Originally posted on The Duck Stops Here  |  Last updated 9/30/13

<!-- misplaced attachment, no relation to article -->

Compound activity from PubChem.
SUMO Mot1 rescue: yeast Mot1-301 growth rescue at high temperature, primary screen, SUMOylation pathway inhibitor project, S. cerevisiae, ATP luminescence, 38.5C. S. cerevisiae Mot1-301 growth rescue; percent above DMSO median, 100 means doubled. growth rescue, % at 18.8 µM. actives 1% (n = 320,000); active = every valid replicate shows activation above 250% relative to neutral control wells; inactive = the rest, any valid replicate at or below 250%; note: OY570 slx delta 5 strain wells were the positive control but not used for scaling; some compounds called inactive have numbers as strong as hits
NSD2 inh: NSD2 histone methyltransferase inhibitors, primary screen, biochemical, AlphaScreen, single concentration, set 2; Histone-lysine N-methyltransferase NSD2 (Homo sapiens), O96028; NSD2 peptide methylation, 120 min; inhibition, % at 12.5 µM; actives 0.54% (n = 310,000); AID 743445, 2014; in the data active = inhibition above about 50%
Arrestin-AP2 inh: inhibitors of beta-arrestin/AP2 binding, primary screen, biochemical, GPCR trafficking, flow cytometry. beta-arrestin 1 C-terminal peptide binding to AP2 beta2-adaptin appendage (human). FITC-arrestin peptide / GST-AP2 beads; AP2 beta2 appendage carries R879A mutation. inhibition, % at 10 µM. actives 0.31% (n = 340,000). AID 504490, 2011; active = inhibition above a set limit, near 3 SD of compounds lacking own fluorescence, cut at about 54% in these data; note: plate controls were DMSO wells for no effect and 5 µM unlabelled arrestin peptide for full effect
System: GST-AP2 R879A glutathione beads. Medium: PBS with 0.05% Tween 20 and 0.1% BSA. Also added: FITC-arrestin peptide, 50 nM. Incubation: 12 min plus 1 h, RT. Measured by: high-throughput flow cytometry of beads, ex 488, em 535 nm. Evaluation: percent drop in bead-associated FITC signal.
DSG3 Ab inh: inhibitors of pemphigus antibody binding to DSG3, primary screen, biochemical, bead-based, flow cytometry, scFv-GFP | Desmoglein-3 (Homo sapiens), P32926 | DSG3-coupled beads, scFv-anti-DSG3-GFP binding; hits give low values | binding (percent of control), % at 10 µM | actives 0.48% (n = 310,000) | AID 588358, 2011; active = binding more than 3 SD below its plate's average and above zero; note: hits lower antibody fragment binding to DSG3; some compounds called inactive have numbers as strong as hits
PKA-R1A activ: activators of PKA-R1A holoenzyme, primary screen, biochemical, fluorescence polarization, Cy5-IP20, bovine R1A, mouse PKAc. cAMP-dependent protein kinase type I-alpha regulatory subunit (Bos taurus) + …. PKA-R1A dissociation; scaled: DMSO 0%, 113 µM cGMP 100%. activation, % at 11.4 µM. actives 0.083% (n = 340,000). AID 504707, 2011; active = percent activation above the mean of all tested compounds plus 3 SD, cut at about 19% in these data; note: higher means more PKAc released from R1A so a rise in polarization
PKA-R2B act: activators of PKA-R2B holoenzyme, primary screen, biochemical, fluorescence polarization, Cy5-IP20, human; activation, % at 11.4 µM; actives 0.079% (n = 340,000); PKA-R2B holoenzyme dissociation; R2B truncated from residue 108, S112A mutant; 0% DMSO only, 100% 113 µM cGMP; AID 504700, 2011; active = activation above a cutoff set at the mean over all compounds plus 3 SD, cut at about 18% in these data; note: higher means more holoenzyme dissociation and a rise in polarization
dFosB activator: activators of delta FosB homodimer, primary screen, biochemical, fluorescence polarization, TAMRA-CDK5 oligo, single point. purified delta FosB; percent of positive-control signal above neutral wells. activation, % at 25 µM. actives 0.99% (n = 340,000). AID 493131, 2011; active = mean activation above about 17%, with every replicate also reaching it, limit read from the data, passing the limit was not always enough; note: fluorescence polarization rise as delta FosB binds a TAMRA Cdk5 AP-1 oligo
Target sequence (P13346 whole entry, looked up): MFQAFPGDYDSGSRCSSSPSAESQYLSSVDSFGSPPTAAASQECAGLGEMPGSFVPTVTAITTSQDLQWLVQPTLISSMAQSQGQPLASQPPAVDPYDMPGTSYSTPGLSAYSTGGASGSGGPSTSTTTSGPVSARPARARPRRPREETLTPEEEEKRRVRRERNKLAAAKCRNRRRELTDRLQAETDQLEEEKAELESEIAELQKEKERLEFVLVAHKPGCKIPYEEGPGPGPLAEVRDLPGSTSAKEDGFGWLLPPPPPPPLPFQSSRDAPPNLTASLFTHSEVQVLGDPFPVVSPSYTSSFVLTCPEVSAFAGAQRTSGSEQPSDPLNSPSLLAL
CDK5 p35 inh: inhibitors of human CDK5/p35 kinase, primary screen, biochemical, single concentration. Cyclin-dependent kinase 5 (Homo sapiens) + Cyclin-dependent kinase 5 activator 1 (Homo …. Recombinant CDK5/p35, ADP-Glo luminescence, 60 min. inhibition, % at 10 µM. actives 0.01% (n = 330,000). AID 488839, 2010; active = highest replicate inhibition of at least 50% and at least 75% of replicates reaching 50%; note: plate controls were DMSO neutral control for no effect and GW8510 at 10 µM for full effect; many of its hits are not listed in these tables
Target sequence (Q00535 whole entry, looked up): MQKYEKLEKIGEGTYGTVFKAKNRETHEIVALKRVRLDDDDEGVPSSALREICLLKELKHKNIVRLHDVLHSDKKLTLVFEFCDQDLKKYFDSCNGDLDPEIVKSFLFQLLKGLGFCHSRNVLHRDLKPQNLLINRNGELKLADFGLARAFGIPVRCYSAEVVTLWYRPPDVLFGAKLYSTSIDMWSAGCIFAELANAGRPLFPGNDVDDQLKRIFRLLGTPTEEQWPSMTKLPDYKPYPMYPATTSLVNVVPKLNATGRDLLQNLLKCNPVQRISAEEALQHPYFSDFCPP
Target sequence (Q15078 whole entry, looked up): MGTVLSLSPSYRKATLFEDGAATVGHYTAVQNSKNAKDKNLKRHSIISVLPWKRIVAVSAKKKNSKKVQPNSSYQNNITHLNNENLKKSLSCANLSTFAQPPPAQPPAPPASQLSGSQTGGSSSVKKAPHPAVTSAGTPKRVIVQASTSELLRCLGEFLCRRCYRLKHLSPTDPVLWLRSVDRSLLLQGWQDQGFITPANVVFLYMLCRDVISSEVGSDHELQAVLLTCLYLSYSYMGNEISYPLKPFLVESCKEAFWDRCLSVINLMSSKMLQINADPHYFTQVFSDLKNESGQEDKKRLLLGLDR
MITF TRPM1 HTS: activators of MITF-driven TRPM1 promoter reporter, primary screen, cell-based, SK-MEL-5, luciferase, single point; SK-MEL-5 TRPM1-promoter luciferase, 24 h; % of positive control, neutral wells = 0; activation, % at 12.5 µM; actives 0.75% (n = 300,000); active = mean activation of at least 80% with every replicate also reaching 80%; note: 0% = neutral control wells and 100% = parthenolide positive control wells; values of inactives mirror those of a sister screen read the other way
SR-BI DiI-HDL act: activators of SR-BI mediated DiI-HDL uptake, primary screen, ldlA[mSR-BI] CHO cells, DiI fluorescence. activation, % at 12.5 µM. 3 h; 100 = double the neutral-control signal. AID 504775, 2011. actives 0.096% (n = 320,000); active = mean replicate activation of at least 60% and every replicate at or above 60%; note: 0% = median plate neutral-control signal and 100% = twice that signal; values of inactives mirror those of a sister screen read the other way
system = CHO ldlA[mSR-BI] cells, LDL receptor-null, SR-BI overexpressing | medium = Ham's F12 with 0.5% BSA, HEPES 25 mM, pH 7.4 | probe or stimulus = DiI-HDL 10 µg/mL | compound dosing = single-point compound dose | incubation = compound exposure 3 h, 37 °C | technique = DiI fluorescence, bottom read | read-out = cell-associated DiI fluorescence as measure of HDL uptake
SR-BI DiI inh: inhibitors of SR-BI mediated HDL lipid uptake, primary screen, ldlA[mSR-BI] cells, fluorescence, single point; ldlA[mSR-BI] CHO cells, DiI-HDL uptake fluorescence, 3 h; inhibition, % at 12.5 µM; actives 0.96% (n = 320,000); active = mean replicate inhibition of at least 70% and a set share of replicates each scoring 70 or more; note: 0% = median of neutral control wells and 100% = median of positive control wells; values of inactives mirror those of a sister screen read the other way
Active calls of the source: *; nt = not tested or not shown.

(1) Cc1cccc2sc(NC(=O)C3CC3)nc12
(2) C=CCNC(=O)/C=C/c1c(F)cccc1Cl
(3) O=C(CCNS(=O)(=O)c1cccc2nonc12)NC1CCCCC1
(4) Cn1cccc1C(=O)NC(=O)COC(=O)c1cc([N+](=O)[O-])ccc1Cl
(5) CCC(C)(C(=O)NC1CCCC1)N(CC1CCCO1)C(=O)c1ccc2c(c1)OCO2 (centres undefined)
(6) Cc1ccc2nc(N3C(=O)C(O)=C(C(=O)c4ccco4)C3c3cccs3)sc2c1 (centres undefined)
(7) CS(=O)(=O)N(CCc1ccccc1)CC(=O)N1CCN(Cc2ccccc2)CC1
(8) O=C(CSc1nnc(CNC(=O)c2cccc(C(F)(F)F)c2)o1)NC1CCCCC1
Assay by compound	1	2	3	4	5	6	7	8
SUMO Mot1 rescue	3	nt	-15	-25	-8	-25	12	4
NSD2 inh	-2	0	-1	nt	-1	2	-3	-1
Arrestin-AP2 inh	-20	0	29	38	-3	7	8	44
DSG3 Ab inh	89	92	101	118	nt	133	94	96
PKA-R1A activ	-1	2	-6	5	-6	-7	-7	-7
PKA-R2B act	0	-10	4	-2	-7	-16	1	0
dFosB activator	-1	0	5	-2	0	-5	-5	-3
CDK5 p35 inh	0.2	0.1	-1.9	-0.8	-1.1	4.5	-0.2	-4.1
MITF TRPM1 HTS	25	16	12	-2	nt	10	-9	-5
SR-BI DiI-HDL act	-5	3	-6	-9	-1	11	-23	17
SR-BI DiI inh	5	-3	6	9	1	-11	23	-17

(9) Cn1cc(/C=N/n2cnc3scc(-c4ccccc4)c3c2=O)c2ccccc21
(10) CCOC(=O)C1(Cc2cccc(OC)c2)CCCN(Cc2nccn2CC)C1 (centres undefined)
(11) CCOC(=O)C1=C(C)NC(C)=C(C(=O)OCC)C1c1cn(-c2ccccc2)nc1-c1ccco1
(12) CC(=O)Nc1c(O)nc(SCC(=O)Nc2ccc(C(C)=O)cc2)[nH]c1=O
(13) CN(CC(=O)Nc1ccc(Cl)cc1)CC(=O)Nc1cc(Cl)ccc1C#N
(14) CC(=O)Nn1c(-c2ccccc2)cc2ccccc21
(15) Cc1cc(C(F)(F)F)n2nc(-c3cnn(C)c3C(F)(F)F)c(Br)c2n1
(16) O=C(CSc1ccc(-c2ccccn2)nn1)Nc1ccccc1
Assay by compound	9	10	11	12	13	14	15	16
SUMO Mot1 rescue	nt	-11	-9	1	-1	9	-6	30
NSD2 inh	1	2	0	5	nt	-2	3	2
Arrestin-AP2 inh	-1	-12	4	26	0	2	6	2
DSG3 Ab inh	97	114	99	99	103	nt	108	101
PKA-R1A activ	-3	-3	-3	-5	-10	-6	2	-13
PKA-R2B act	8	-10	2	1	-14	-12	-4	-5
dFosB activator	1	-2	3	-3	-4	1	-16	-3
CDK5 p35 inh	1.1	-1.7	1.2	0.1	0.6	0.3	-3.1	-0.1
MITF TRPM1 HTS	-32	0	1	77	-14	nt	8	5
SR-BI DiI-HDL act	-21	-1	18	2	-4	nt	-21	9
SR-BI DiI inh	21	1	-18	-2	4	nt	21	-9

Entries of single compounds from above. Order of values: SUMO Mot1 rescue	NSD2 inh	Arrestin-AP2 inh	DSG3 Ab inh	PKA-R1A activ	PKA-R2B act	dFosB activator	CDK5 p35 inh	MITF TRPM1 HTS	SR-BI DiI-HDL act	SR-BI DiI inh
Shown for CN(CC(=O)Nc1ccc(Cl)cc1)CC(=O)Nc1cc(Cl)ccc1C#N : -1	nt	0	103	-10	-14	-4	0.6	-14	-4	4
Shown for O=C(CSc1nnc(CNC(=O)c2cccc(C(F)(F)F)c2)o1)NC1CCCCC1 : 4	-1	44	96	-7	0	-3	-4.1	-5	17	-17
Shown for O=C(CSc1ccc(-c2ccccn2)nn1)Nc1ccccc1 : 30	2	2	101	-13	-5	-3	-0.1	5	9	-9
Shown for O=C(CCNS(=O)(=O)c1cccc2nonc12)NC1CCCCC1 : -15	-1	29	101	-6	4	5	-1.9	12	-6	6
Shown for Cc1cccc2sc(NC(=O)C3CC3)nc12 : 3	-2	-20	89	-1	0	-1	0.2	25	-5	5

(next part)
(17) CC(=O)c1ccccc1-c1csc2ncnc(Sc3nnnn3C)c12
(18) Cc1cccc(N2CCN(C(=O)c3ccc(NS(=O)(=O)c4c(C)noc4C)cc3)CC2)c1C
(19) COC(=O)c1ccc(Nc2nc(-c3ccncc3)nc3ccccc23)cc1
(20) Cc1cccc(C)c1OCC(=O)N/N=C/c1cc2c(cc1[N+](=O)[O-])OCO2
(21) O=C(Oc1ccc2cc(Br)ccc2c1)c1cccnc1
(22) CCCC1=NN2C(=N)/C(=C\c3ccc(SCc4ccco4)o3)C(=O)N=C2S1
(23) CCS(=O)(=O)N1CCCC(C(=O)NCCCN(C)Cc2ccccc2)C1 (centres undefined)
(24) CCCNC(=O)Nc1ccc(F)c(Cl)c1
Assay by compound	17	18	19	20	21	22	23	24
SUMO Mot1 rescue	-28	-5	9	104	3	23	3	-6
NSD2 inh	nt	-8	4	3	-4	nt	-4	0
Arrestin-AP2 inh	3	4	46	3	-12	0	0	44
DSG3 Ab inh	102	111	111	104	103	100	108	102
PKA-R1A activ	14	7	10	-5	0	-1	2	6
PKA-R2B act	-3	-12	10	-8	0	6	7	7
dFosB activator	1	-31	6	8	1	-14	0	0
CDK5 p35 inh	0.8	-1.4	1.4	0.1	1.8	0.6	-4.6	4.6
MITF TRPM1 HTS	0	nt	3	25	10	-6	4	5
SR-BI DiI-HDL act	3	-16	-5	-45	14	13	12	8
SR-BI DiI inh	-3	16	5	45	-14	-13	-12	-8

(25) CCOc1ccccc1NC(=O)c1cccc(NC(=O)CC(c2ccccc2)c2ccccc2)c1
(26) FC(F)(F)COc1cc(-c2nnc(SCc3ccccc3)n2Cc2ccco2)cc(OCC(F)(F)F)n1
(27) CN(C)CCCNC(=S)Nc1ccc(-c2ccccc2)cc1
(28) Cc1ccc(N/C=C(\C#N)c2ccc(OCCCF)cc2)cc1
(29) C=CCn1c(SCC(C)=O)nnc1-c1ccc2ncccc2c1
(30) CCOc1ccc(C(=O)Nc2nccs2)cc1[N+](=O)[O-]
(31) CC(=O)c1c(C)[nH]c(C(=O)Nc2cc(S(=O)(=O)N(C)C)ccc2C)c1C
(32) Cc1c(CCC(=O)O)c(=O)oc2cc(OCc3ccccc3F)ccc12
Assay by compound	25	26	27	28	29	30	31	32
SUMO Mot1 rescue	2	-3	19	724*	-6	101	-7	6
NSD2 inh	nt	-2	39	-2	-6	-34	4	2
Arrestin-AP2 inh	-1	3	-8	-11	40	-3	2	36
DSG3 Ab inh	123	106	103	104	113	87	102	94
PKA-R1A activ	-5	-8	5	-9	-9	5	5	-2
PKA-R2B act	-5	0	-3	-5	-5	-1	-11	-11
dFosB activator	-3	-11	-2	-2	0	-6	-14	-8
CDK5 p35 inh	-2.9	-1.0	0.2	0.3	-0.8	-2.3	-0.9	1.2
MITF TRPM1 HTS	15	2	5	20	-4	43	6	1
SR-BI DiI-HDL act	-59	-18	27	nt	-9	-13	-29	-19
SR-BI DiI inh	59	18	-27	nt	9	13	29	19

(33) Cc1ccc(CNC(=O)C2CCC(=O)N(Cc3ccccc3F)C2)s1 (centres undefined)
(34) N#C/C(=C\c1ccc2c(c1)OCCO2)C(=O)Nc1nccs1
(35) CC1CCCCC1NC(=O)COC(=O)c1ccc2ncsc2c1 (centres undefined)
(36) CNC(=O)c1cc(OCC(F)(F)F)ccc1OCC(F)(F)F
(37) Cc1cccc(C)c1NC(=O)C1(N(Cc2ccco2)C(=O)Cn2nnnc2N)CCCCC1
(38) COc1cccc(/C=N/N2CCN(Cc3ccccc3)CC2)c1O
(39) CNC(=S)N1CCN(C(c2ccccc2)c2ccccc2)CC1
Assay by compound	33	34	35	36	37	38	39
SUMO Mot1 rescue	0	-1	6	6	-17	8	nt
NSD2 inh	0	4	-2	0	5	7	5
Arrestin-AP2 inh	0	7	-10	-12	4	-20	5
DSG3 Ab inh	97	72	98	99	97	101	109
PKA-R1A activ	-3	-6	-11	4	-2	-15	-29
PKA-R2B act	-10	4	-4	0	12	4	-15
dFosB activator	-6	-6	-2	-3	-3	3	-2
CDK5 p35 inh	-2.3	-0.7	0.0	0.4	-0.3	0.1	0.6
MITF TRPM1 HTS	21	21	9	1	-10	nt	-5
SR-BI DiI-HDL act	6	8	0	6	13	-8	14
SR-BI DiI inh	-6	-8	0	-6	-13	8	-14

Each week DSH submits a mock Heisman Trophy ballot to the website College Football Zealots. This is the Week 5 submission, with notes and background on the race: Handicapping the Heisman Trophy race, there are several ways to look at the award. Who's the most likely player to win in December? Who should the voters choose? Who has the best stats? Who is leading in the minds of the voters right now? Who is likely to emerge, based on talent, schedule and exposure? And who is the most outstanding college football player in America, regardless of region, notoriety or position? Those are separate and distinct questions, each with a range of possible answers. Flyin' Hawaiian defies spyin': Marcus Mariota's home-run running ability is his X factor in the Heisman race. Outside of incumbent Johnny Manziel, he's the candidate most likely to make an exciting, memorable play with his feet. Already this season he has touchdown runs of 71 and 46 yards (Thomas Boyd, Oregonian photo). There are 928 voters for the Heisman Trophy: 145 sports journalists from six regions of the country, 57 past winners, and a fan ballot sponsored by ESPN, the result of which constitutes one ballot. Voting takes place online, and every vote must submit a first, second and third place selection, with three points awarded for first, two for second, one for third. Every voter has to name three different players or the ballot doesn't count. These voters alone choose the Heisman, the most celebrated individual award in sports, the only one that has its own banquet, award ceremony, TV show and half a dozen major watch lists on the web. The award is seriously flawed with regional and positional bias. It invariably goes to a quarterback from a top ten team, and is heavily biased toward traditional powers and schools with previous Heisman winners. It's the Best Actor Oscar of college football, heavily politicized, skewed by hype and perception, and prejudiced toward a candidate with an appealing back story and mass appeal. Even with these flaws, ultimately, you want your school to win one, but it makes it easier to land the athlete that win another one. It's too early to narrow the field to three. Here are my top five, in order: 1. Tajh Boyd, Clemson With a #3 ranking, a 4-0 record, and 100 career TDs, Boyd has a signature win over Aaron Murray and #6 Georgia in which he accounted for five tds. The 6-1, 225-lb. senior quarterback has 994 yards passing, 9 tds, no interceptions, and a 64% completion rate. He's also run for 159 yards and 4 tds, 3.2 yards a carry. Showdowns with #8 Florida State (October 19th) and #13 South Carolina (November 30), plus the ACC Championship Game right before ballots are due, should determine whether his Heisman hopes rise or fall. 2. Johnny Manziel, Texas A&M A certain cadre of Heisman voters will not vote for Johnny Football, some because he's last year's winner and there's only been one repeater in the history of the hallowed bronze, and others because they are turned off by his off-field antics and run-in with the NCAA. On the field, though, there is no denying Manziel's unique flair, charisma and brash play making ability. Two weeks ago he tormented the Tide, performing all kinds of heroics befor his defense failed him in a 49-42 loss. Already the swashbuckling quarterback/pirate has 1489 yards passing with 14 tds, 314 yards rushing with 3 tds, leading the #10 Aggies to a 4-1 record. None of the top candidates has less of the wow factor than Murray, and none except Marcus Mariota come close in that area to Manziel. Like him or not, the pride of Kerrville Texas is the party-hard face of college football, making more big, highlight-film plays than anyone. 3. Aaron Murray, Georgia The #6 Bulldogs only have one game remaining against a ranked opponent, November 2nd against the Gators between The Hedges. 6-1, 208, Murray is a pure passer with little mobility, but he pilots a productive offense, 1338 yards passing, 11 tds and 3 interceptions in a 3-1 start. He leads a potent offense in the premier conference in college football. His trophy chase is likely to come down to the SEC title game, possibly a rematch with A.J. McCarron and Alabama. Murray made the biggest leap this week after a national TV game in which he out-dueled Zach Mettenburger and LSU in another confrontation of vaunted SEC defenses, 44-41. The Georgia senior led a 6-play, 75-yard drive in the final minutes, zipping a beautifully-thrown 27-yard dart to Justin Scott-Wesley for the winning td. In all he threw for 298 yards and 4 tds in a win that vaults the Dawgs back into the national title picture. 4. Marcus Mariota, Oregon Mariota is the leading candidate in the West, and the electoral math of the award benefits him in that he doesn't presently have a serious rival west of the Mississippi, although Baylor quarterback Bryce Petty and Washington running back Bishop Sankey could climb into the picture if 1) their team keeps climbing in the polls and 2) they keep up a strong statistical start. (Again, recognizing that Manziel will be disqualified by a portion of the electorate, and his voter base is in the Southeast.)   Mariota is the triggerman for college football's most exciting team, the #2, 4-0 Ducks. He has 1003 yards passing, 9 touchdowns, no interceptions, and he is the best dual threat in the race with 21 carries for 295 yards and 5 tds, 14 yards a carry. So far he's completing 56.1% of his passes, but the Ducks played in a monsoon on Saturday night, swirling winds, heavy rains and an uncommon September chill. His subpar game against Cal didn't cost him heavily in the Heisman chase, for a number of reasons. One, the game started at 10 p.m. for most of the country, which at most saw the game capsule and a two-minute highlight that shows Mariota passing for two tds and running for one. Two, the game was played in recognizably miserable conditions, swirling rains and 25 mph winds. His season numbers are still representative, particularly when likely voters (it's a decision made by them, not all-caps screeds) factor in his electric dual-threat ability. Three, he's 15-1 as a starter for the #2 team in the country, and a career 65% passer with a 163 quarterback rating. Fourth and most importantly Mariota has three marquee games over the next six weeks that will cement or shatter his viability as Oregon's first-ever Heisman Trophy winner. The Ducks travel to Seattle to meet Northwest rival, #16 Washington October 12th, host current #12 UCLA October 26th, and have a rematch with Kevin Hogan and #5 Stanford on November 7th. All four schools are currently unbeaten, but in the rigorous 9-game PAC-12 conference schedule, they're are each slated to face the other three. 5. Teddy Bridgewater, Louisville Bridgewater is the likely #1 draft pick next April, the NFL's Heisman rebuttal. He'll rack up stats all season leading a loaded Cardinal team that doesn't face a ranked opponent all year. A pure pocket passer, he currently has 1,214 yard passing and 14 tds with just one interception. He's led his team to a 4-0 record and a #7 ranking, completing a scintillating 71.8% of his passes in four lopsided wins. Bridgewater's claim to the award has to be driven by a loud, forceful statistical supremacy: he needs to go undefeated, with 5,000 yards and 50 tds. If he hits those marks, he could be this year's Robert Griffin III.